An Anglo Saxon reference to Sanderstead can be found in the will of Alfred, an ealdorman, which is dated 871. The village lay within the Anglo-Saxon administrative division of Wallington hundred. It later appears to have been given to St Peter's Abbey, Winchester (Hyde Abbey) by Æthelflæd, the wife of Edgar the Peaceful and mother of Edward the Martyr, where it continued to remain after the Norman Conquest.[5]

Sanderstead appears in the Domesday Book of 1086 as Sandestede, and belonging to St Peter's Abbey, Winchester. It had a total household population of 26 including 21 villagers, 4 slaves and 1 cottager.[6] Its Domesday assets were assessed as 5 hides, and 10 carucates of arable land. It had 9 ploughs and wood worth 30 hogs.[7] Its Domesday entry records that in the time of Edward the Confessor it was valued at 100 shillings, and now 12 pounds; and yet it produces 15 pounds.[8]

The village was granted to Sir John Gresham by Henry VIII following the Dissolution of the Monasteries. It was passed to his son Richard who subsequently sold it to John Ownsted, the transfer being ratified in 1591. Ownsted died without issue in 1600, and devised his estates to his two sisters and cousin Harman Atwood, with Atwood subsequently purchasing the shares of his joint legatees. The Atwood family had a long association with Sanderstead, with inscriptions at the local church indicating a presence in the village from the reign of Edward II.[9]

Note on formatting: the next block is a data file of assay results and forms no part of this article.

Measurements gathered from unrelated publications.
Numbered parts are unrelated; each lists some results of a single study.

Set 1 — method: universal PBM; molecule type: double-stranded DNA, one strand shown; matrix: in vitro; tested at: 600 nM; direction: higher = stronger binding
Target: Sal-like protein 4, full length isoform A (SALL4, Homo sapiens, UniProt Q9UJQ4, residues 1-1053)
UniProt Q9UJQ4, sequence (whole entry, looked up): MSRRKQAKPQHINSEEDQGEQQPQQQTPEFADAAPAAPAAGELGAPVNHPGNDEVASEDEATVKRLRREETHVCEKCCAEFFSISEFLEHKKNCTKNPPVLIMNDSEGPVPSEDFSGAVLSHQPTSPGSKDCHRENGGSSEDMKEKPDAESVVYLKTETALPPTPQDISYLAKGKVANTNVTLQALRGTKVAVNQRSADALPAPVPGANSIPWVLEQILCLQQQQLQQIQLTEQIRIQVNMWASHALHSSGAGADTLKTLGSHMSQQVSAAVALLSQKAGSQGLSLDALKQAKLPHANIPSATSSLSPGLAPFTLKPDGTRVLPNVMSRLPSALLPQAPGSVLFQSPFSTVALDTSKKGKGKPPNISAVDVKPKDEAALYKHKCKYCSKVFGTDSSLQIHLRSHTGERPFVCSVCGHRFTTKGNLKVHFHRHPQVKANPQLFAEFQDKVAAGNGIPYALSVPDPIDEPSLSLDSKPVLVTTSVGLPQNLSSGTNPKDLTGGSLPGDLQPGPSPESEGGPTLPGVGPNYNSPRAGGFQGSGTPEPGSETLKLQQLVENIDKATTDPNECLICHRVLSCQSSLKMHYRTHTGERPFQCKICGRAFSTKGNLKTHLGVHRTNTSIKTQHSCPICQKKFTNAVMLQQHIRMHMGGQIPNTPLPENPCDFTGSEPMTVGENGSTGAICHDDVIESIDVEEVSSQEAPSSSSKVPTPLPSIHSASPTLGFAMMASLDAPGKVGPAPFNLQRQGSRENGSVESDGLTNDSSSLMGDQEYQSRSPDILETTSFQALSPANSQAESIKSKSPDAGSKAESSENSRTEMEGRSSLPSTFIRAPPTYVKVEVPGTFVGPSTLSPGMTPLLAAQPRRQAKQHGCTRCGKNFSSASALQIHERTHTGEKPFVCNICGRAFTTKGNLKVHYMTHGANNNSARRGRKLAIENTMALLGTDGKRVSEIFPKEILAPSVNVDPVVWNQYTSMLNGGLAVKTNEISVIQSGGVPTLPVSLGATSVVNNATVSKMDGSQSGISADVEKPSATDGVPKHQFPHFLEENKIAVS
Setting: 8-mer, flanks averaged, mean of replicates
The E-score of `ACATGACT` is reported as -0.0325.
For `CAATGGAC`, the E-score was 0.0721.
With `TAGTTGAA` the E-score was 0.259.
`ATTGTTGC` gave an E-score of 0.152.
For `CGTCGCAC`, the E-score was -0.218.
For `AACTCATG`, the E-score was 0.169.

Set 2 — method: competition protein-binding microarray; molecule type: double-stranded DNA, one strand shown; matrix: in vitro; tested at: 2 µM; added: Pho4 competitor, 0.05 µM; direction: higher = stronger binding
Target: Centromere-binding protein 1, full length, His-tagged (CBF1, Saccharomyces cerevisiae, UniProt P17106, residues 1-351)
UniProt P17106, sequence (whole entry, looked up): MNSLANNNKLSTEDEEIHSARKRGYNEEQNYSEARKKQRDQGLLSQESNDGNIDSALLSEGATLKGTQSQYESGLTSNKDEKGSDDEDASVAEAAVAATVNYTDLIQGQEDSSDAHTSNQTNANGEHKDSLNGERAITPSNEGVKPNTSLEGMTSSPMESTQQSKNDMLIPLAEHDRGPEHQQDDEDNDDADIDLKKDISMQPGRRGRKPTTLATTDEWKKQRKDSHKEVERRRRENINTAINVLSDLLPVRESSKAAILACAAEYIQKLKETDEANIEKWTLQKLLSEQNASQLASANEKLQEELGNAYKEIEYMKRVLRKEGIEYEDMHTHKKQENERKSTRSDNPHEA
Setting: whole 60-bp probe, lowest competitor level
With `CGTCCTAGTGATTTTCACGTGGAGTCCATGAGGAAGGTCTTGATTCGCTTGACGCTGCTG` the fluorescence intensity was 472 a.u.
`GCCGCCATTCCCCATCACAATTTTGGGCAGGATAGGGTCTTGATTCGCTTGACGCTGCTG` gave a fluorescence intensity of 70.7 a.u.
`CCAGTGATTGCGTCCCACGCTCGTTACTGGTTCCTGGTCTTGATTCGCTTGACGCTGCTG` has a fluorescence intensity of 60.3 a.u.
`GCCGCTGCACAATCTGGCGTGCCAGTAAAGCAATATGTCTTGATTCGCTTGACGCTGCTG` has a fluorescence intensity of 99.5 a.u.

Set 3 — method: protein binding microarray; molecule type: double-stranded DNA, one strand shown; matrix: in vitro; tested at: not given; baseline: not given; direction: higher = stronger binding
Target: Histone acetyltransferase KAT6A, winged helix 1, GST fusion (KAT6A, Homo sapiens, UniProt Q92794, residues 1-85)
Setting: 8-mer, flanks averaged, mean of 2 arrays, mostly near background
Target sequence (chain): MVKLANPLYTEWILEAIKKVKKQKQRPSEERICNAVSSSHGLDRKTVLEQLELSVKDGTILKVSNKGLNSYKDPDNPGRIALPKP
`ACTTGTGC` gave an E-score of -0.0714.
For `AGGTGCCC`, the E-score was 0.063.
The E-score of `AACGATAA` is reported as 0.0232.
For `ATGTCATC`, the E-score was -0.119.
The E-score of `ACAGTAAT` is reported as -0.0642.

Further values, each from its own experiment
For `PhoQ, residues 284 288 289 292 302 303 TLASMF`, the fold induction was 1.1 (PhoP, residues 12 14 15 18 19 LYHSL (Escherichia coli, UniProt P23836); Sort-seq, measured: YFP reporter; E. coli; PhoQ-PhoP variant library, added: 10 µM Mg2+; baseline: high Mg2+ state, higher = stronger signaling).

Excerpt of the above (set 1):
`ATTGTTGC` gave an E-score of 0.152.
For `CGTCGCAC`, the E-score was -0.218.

The manor house, known as Sanderstead Court, was substantially remodelled by Harman Atwood. This large country house was probably first constructed in the early sixteenth century. The Atwoods continued to occupy the house until 1778 when it was devised to Atwood Wigsell. It was turned into a hotel in 1928, and before the Second World War it was used by the Royal Air Force (RAF). It was very badly damaged by fire (not a bomb) in 1944 and was demolished in 1958. One very small part of the hotel building does however still stand. On the site now lies "Sanderstead Court", a three-storey block of flats.